San Diego Mobile Pet Grooming Blog
There's nothing more special than cuddling with your fur baby, maybe even letting him or her hop up on the couch or the bed with you for a close snuggle. But when your little one smells more like the outdoors than you're comfortable with, it may be time to wash him. It's a fact that dogs can easily get dirty, and you'll want to regularly clean them for the house and their own health. But dogs have specific needs for cleaning, and certain breeds, due to the differences in their coats and skin, need different stretches of time between washing. Check out our tips below for your how-to guide on washing your dog.
Don't wash your dog too much, but tailor timing to their coat:
You want to avoid over-washing your dog, as too-frequent baths can result in stripping your dog's coat of its natural oils and drying out their skin. A general average time length is once per month to wash your dog. However, this can vary widely. The ASPCA recommends one to three months for a dog wash, in fact.
Many dogs with short-haired coats and also dogs with water-repellent coats can be bathed less frequently, as they won't collect dirt easily and won't need washing as much. These types of dogs include Boston Terriers, Basenjis, Weimaraners, Boxers, Dalmatians, Golden Retrievers, and more. Keep an eye on your dogs to see when they seem overly smelly or dirty, but consider the once-a-month schedule for these types.
On the other hand, dogs with oily coats, like Alaskan Malamutes, Basset Hounds, Newfoundlands, or dogs with oily skin, will benefit from more frequent bathing, possibly up to one time per week.
Treat your dog carefully during a wash:
Take precautions to get the most out of your dog wash and to make the experience great for your fur baby by following some simple dog-specific tips. First, if your dog has long hair, brush it before the bath to rid him or her of excess fur, clumps, and dirt and to make the cleansing more efficient. Ensure that the bath is comfortable for your dog by waiting to begin until your pet is calm, and by encouraging him or her as you go through the process. Keep water at a low level of warmth to avoid overheating your pet or scalding the skin.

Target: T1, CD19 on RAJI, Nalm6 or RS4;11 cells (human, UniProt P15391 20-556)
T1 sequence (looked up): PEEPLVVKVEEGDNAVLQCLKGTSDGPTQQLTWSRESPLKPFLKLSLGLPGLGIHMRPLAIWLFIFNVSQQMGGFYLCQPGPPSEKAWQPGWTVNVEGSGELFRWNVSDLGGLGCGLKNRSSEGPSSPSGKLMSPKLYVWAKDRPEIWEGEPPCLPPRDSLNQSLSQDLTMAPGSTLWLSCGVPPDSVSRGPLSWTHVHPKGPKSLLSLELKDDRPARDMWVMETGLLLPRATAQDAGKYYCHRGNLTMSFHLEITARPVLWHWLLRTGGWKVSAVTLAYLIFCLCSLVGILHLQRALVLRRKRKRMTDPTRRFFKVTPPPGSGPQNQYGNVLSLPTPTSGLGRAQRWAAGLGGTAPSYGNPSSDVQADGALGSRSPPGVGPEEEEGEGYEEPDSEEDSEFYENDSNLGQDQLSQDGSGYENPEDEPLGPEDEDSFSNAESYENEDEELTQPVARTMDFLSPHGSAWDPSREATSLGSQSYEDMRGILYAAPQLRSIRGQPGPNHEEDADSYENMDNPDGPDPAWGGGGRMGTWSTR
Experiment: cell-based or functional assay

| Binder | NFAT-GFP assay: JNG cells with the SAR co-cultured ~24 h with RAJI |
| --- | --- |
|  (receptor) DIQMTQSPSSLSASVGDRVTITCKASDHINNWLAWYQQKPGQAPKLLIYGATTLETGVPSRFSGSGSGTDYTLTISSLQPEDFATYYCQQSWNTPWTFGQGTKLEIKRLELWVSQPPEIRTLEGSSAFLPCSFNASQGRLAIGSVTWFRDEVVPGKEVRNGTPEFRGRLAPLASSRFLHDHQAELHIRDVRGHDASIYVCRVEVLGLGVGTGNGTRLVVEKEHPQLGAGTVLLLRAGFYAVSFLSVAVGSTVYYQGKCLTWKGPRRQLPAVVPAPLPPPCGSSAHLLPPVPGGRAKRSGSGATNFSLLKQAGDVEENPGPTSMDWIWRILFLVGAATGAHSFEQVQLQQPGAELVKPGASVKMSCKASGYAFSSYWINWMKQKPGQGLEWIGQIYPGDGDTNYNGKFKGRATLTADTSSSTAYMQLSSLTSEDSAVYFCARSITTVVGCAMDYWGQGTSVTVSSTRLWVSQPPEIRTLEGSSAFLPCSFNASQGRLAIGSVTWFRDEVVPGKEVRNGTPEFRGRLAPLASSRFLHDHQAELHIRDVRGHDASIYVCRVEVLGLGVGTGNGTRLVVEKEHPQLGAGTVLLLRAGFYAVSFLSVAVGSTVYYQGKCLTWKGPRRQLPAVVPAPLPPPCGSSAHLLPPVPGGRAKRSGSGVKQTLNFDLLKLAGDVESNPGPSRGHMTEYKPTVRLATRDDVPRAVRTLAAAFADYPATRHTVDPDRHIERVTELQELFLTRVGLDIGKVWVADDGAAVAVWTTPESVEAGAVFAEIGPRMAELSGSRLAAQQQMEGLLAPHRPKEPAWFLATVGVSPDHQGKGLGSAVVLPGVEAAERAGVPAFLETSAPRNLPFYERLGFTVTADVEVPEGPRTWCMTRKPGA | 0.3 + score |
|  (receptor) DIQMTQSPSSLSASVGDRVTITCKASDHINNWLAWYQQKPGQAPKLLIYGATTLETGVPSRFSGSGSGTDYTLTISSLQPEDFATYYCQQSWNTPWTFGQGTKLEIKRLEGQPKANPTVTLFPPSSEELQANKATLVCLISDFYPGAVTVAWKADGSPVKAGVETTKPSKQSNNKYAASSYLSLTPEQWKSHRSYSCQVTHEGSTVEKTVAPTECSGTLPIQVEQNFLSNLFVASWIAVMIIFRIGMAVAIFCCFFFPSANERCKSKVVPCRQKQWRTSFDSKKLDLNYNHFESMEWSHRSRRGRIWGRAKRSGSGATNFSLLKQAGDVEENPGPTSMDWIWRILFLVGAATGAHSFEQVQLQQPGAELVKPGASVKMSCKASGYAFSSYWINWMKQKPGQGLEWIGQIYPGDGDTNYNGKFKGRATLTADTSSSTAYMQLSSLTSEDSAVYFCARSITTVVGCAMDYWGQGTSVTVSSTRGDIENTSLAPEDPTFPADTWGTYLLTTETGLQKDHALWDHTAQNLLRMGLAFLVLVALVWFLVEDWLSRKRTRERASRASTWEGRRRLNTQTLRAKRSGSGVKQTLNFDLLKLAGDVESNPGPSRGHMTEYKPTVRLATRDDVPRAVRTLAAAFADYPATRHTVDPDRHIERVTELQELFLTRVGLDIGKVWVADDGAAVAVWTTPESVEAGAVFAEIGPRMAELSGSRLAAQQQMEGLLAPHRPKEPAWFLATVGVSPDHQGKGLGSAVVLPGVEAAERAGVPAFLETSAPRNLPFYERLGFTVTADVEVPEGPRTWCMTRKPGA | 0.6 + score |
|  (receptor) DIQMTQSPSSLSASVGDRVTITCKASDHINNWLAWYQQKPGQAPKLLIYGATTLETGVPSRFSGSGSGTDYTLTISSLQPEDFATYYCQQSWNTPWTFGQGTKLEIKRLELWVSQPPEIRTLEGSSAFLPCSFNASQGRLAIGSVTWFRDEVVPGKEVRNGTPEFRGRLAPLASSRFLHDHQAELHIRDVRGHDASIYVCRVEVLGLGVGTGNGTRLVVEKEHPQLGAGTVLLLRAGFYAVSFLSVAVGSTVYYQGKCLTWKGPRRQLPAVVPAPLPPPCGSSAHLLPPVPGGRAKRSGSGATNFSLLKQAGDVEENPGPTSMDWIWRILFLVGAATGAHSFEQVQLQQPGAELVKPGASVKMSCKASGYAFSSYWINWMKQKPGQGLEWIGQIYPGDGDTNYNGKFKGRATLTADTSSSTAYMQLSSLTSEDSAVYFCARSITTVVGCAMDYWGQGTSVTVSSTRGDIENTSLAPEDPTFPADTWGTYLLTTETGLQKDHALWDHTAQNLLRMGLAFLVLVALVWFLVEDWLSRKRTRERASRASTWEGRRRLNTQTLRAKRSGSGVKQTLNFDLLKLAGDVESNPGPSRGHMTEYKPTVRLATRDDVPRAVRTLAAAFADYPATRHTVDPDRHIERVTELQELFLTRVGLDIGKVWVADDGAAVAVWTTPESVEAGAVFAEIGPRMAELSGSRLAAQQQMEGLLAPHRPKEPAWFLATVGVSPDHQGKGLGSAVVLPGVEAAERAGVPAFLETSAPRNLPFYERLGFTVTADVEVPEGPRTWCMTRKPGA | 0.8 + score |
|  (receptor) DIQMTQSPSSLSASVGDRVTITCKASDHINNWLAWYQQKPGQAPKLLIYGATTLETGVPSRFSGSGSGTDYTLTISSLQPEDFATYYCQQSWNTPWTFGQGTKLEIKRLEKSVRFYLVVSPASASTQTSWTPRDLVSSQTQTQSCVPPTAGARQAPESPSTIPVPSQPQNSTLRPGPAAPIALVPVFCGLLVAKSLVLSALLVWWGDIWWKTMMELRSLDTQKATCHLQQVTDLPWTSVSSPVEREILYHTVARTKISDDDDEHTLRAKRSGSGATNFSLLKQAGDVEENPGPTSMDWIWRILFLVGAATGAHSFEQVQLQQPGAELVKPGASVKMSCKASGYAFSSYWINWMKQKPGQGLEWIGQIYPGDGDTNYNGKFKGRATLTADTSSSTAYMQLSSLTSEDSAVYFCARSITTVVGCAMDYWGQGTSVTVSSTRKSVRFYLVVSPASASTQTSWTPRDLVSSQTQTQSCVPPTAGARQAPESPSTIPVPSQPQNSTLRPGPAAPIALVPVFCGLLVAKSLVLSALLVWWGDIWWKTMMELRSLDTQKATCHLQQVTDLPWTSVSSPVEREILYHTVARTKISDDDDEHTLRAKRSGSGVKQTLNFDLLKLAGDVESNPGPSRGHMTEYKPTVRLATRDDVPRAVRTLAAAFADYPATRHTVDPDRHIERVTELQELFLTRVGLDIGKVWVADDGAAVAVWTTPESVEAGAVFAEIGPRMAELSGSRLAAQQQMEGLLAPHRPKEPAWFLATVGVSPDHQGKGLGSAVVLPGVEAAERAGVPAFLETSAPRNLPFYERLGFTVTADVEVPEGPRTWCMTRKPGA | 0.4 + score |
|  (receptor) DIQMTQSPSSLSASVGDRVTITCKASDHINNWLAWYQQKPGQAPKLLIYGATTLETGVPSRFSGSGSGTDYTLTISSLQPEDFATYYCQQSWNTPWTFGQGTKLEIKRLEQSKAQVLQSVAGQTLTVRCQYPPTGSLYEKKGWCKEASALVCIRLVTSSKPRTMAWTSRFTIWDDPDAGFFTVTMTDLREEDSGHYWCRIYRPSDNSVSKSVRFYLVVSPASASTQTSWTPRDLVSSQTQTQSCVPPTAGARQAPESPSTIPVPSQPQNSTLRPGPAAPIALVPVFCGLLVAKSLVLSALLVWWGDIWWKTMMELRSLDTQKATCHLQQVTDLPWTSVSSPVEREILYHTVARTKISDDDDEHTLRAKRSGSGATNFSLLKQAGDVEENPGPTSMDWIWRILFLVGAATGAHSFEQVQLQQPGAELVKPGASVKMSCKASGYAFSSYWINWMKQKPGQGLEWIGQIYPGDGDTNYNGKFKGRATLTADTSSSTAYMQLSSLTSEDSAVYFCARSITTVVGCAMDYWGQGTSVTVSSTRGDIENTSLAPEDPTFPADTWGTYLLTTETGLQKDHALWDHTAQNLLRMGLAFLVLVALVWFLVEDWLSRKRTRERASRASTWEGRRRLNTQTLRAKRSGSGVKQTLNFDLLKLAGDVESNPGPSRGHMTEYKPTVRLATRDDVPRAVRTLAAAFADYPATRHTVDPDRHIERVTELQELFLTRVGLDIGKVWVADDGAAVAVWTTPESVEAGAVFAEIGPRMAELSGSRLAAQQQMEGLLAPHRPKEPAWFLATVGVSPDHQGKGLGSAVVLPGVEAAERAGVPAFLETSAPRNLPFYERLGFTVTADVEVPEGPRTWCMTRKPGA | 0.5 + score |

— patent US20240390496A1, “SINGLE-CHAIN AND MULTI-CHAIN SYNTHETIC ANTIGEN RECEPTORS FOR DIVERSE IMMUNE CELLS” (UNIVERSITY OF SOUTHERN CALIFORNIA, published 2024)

During the bath itself, consider using a hose or pitcher to wet your dog's fur, so you don't accidentally pour water in his eyes, ears, or nose. It can be very important to protect your little one's head from the soap you use, too, so it doesn't get into eyes or ears; ensure that you or your groomer plan to avoid the face during the bath. If you have a dog with face wrinkles, like a Pug or Shar Pei, follow up by wiping their wrinkles with a wet cloth gently and thoroughly.
After the bath, let your dog's coat air dry if you can, or use a towel rather than any heat, as dogs' skin can be sensitive to the hot air. And lastly, if your little one was good, congratulate her for being a clean and wonderful little pet!
Be sure to use the right kind of shampoo:
Use a dog shampoo, rather than a shampoo made for humans. This is because humans and dogs have different skin; using a human shampoo will introduce extra acidity to your dog and could upset the balance of his or her skin. A dog shampoo formulated for your little one will treat them right. In addition, you can find uniquely created and specialized shampoos to help treat specific skin problems if your dog suffers from one.
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